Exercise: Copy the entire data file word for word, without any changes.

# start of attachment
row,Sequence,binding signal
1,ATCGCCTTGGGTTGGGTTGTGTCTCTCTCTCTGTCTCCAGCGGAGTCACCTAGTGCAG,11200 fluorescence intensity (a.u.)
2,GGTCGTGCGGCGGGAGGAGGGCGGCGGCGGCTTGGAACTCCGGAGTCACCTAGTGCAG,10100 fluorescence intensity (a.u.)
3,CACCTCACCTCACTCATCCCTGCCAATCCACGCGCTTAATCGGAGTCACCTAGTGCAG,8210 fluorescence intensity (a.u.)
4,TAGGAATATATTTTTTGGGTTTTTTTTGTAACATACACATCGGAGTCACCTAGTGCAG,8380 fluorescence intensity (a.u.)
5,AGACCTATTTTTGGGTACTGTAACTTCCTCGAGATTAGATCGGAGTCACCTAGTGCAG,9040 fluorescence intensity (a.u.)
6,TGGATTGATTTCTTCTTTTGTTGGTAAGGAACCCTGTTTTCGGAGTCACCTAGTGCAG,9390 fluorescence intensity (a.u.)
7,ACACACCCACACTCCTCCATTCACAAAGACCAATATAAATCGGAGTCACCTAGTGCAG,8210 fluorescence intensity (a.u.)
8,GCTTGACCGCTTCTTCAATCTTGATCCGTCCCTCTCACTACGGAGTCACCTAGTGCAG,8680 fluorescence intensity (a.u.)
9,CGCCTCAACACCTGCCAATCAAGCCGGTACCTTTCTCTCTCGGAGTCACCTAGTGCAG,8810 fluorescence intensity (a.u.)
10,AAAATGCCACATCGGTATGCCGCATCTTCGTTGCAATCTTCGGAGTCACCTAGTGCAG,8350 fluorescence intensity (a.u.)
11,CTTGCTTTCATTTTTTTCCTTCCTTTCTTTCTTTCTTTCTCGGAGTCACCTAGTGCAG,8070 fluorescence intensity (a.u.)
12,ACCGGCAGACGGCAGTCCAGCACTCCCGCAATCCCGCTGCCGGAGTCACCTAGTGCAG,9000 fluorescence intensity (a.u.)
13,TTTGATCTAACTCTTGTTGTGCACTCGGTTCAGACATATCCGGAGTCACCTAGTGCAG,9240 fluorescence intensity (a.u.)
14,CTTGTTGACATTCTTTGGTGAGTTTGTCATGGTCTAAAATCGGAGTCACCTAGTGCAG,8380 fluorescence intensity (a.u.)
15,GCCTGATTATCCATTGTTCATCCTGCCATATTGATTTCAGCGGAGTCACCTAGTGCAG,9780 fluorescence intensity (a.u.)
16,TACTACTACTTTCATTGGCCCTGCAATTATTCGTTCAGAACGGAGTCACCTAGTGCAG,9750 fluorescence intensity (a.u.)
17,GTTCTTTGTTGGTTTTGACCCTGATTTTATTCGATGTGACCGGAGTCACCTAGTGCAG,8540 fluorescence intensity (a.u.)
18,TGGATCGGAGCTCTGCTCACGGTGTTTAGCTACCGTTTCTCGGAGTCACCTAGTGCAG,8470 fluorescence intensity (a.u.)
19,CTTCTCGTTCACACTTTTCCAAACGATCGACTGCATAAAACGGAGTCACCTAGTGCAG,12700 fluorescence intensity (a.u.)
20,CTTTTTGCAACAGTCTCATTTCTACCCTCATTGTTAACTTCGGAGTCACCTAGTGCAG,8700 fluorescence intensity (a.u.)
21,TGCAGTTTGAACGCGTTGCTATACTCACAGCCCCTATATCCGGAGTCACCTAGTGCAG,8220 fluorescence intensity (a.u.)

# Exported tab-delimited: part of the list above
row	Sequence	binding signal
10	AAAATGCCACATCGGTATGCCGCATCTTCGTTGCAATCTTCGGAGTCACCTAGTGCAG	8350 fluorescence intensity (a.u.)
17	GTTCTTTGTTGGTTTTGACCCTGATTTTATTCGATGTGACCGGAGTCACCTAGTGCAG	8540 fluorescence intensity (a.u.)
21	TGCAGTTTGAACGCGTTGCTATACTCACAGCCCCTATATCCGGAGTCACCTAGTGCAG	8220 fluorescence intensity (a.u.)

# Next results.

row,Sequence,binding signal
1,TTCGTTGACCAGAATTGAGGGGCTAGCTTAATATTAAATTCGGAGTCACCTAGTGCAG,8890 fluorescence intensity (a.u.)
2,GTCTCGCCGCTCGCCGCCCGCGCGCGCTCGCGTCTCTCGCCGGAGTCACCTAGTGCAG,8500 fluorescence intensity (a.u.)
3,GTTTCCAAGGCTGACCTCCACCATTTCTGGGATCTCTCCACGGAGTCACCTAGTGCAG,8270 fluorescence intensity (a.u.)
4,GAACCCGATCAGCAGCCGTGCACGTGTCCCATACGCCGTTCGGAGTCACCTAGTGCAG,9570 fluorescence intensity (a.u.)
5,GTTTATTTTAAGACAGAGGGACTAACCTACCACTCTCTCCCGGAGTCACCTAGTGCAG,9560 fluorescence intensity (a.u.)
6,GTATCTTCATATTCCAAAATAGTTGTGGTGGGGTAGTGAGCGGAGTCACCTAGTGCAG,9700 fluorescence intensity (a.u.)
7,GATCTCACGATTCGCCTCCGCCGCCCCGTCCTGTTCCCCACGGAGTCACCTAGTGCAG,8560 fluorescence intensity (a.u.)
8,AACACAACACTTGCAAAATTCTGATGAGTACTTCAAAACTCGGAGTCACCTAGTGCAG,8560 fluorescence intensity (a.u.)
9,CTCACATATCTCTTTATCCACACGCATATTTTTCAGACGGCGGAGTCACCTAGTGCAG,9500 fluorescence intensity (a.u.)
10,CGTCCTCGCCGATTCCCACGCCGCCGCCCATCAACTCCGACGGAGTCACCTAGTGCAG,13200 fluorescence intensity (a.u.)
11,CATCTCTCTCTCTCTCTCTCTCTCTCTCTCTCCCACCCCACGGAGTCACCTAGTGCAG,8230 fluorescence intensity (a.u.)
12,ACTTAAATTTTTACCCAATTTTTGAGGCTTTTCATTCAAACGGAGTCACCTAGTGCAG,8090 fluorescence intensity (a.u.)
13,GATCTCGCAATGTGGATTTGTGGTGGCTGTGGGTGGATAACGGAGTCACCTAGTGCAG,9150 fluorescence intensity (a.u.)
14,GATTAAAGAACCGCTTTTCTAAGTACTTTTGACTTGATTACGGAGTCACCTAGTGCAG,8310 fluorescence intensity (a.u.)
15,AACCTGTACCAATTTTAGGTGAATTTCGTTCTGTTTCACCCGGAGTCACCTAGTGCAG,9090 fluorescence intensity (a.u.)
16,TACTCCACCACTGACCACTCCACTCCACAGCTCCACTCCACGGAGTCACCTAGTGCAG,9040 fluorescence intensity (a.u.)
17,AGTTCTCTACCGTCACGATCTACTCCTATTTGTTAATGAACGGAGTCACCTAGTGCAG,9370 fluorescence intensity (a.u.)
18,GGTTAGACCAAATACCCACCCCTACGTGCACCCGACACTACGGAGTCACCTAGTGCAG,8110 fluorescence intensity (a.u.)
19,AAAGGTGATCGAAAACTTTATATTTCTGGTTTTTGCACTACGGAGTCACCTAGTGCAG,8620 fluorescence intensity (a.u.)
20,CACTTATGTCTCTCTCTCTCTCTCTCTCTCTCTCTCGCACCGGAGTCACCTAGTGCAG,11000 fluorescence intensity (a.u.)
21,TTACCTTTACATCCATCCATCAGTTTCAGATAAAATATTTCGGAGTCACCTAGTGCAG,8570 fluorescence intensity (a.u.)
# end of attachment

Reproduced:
row,Sequence,binding signal
1,ATCGCCTTGGGTTGGGTTGTGTCTCTCTCTCTGTCTCCAGCGGAGTCACCTAGTGCAG,11200 fluorescence intensity (a.u.)
2,GGTCGTGCGGCGGGAGGAGGGCGGCGGCGGCTTGGAACTCCGGAGTCACCTAGTGCAG,10100 fluorescence intensity (a.u.)
3,CACCTCACCTCACTCATCCCTGCCAATCCACGCGCTTAATCGGAGTCACCTAGTGCAG,8210 fluorescence intensity (a.u.)
4,TAGGAATATATTTTTTGGGTTTTTTTTGTAACATACACATCGGAGTCACCTAGTGCAG,8380 fluorescence intensity (a.u.)
5,AGACCTATTTTTGGGTACTGTAACTTCCTCGAGATTAGATCGGAGTCACCTAGTGCAG,9040 fluorescence intensity (a.u.)
6,TGGATTGATTTCTTCTTTTGTTGGTAAGGAACCCTGTTTTCGGAGTCACCTAGTGCAG,9390 fluorescence intensity (a.u.)
7,ACACACCCACACTCCTCCATTCACAAAGACCAATATAAATCGGAGTCACCTAGTGCAG,8210 fluorescence intensity (a.u.)
8,GCTTGACCGCTTCTTCAATCTTGATCCGTCCCTCTCACTACGGAGTCACCTAGTGCAG,8680 fluorescence intensity (a.u.)
9,CGCCTCAACACCTGCCAATCAAGCCGGTACCTTTCTCTCTCGGAGTCACCTAGTGCAG,8810 fluorescence intensity (a.u.)
10,AAAATGCCACATCGGTATGCCGCATCTTCGTTGCAATCTTCGGAGTCACCTAGTGCAG,8350 fluorescence intensity (a.u.)
11,CTTGCTTTCATTTTTTTCCTTCCTTTCTTTCTTTCTTTCTCGGAGTCACCTAGTGCAG,8070 fluorescence intensity (a.u.)
12,ACCGGCAGACGGCAGTCCAGCACTCCCGCAATCCCGCTGCCGGAGTCACCTAGTGCAG,9000 fluorescence intensity (a.u.)
13,TTTGATCTAACTCTTGTTGTGCACTCGGTTCAGACATATCCGGAGTCACCTAGTGCAG,9240 fluorescence intensity (a.u.)
14,CTTGTTGACATTCTTTGGTGAGTTTGTCATGGTCTAAAATCGGAGTCACCTAGTGCAG,8380 fluorescence intensity (a.u.)
15,GCCTGATTATCCATTGTTCATCCTGCCATATTGATTTCAGCGGAGTCACCTAGTGCAG,9780 fluorescence intensity (a.u.)
16,TACTACTACTTTCATTGGCCCTGCAATTATTCGTTCAGAACGGAGTCACCTAGTGCAG,9750 fluorescence intensity (a.u.)
17,GTTCTTTGTTGGTTTTGACCCTGATTTTATTCGATGTGACCGGAGTCACCTAGTGCAG,8540 fluorescence intensity (a.u.)
18,TGGATCGGAGCTCTGCTCACGGTGTTTAGCTACCGTTTCTCGGAGTCACCTAGTGCAG,8470 fluorescence intensity (a.u.)
19,CTTCTCGTTCACACTTTTCCAAACGATCGACTGCATAAAACGGAGTCACCTAGTGCAG,12700 fluorescence intensity (a.u.)
20,CTTTTTGCAACAGTCTCATTTCTACCCTCATTGTTAACTTCGGAGTCACCTAGTGCAG,8700 fluorescence intensity (a.u.)
21,TGCAGTTTGAACGCGTTGCTATACTCACAGCCCCTATATCCGGAGTCACCTAGTGCAG,8220 fluorescence intensity (a.u.)

# Exported tab-delimited: part of the list above
row	Sequence	binding signal
10	AAAATGCCACATCGGTATGCCGCATCTTCGTTGCAATCTTCGGAGTCACCTAGTGCAG	8350 fluorescence intensity (a.u.)
17	GTTCTTTGTTGGTTTTGACCCTGATTTTATTCGATGTGACCGGAGTCACCTAGTGCAG	8540 fluorescence intensity (a.u.)
21	TGCAGTTTGAACGCGTTGCTATACTCACAGCCCCTATATCCGGAGTCACCTAGTGCAG	8220 fluorescence intensity (a.u.)

# Next results.

row,Sequence,binding signal
1,TTCGTTGACCAGAATTGAGGGGCTAGCTTAATATTAAATTCGGAGTCACCTAGTGCAG,8890 fluorescence intensity (a.u.)
2,GTCTCGCCGCTCGCCGCCCGCGCGCGCTCGCGTCTCTCGCCGGAGTCACCTAGTGCAG,8500 fluorescence intensity (a.u.)
3,GTTTCCAAGGCTGACCTCCACCATTTCTGGGATCTCTCCACGGAGTCACCTAGTGCAG,8270 fluorescence intensity (a.u.)
4,GAACCCGATCAGCAGCCGTGCACGTGTCCCATACGCCGTTCGGAGTCACCTAGTGCAG,9570 fluorescence intensity (a.u.)
5,GTTTATTTTAAGACAGAGGGACTAACCTACCACTCTCTCCCGGAGTCACCTAGTGCAG,9560 fluorescence intensity (a.u.)
6,GTATCTTCATATTCCAAAATAGTTGTGGTGGGGTAGTGAGCGGAGTCACCTAGTGCAG,9700 fluorescence intensity (a.u.)
7,GATCTCACGATTCGCCTCCGCCGCCCCGTCCTGTTCCCCACGGAGTCACCTAGTGCAG,8560 fluorescence intensity (a.u.)
8,AACACAACACTTGCAAAATTCTGATGAGTACTTCAAAACTCGGAGTCACCTAGTGCAG,8560 fluorescence intensity (a.u.)
9,CTCACATATCTCTTTATCCACACGCATATTTTTCAGACGGCGGAGTCACCTAGTGCAG,9500 fluorescence intensity (a.u.)
10,CGTCCTCGCCGATTCCCACGCCGCCGCCCATCAACTCCGACGGAGTCACCTAGTGCAG,13200 fluorescence intensity (a.u.)
11,CATCTCTCTCTCTCTCTCTCTCTCTCTCTCTCCCACCCCACGGAGTCACCTAGTGCAG,8230 fluorescence intensity (a.u.)
12,ACTTAAATTTTTACCCAATTTTTGAGGCTTTTCATTCAAACGGAGTCACCTAGTGCAG,8090 fluorescence intensity (a.u.)
13,GATCTCGCAATGTGGATTTGTGGTGGCTGTGGGTGGATAACGGAGTCACCTAGTGCAG,9150 fluorescence intensity (a.u.)
14,GATTAAAGAACCGCTTTTCTAAGTACTTTTGACTTGATTACGGAGTCACCTAGTGCAG,8310 fluorescence intensity (a.u.)
15,AACCTGTACCAATTTTAGGTGAATTTCGTTCTGTTTCACCCGGAGTCACCTAGTGCAG,9090 fluorescence intensity (a.u.)
16,TACTCCACCACTGACCACTCCACTCCACAGCTCCACTCCACGGAGTCACCTAGTGCAG,9040 fluorescence intensity (a.u.)
17,AGTTCTCTACCGTCACGATCTACTCCTATTTGTTAATGAACGGAGTCACCTAGTGCAG,9370 fluorescence intensity (a.u.)
18,GGTTAGACCAAATACCCACCCCTACGTGCACCCGACACTACGGAGTCACCTAGTGCAG,8110 fluorescence intensity (a.u.)
19,AAAGGTGATCGAAAACTTTATATTTCTGGTTTTTGCACTACGGAGTCACCTAGTGCAG,8620 fluorescence intensity (a.u.)
20,CACTTATGTCTCTCTCTCTCTCTCTCTCTCTCTCTCGCACCGGAGTCACCTAGTGCAG,11000 fluorescence intensity (a.u.)
21,TTACCTTTACATCCATCCATCAGTTTCAGATAAAATATTTCGGAGTCACCTAGTGCAG,8570 fluorescence intensity (a.u.)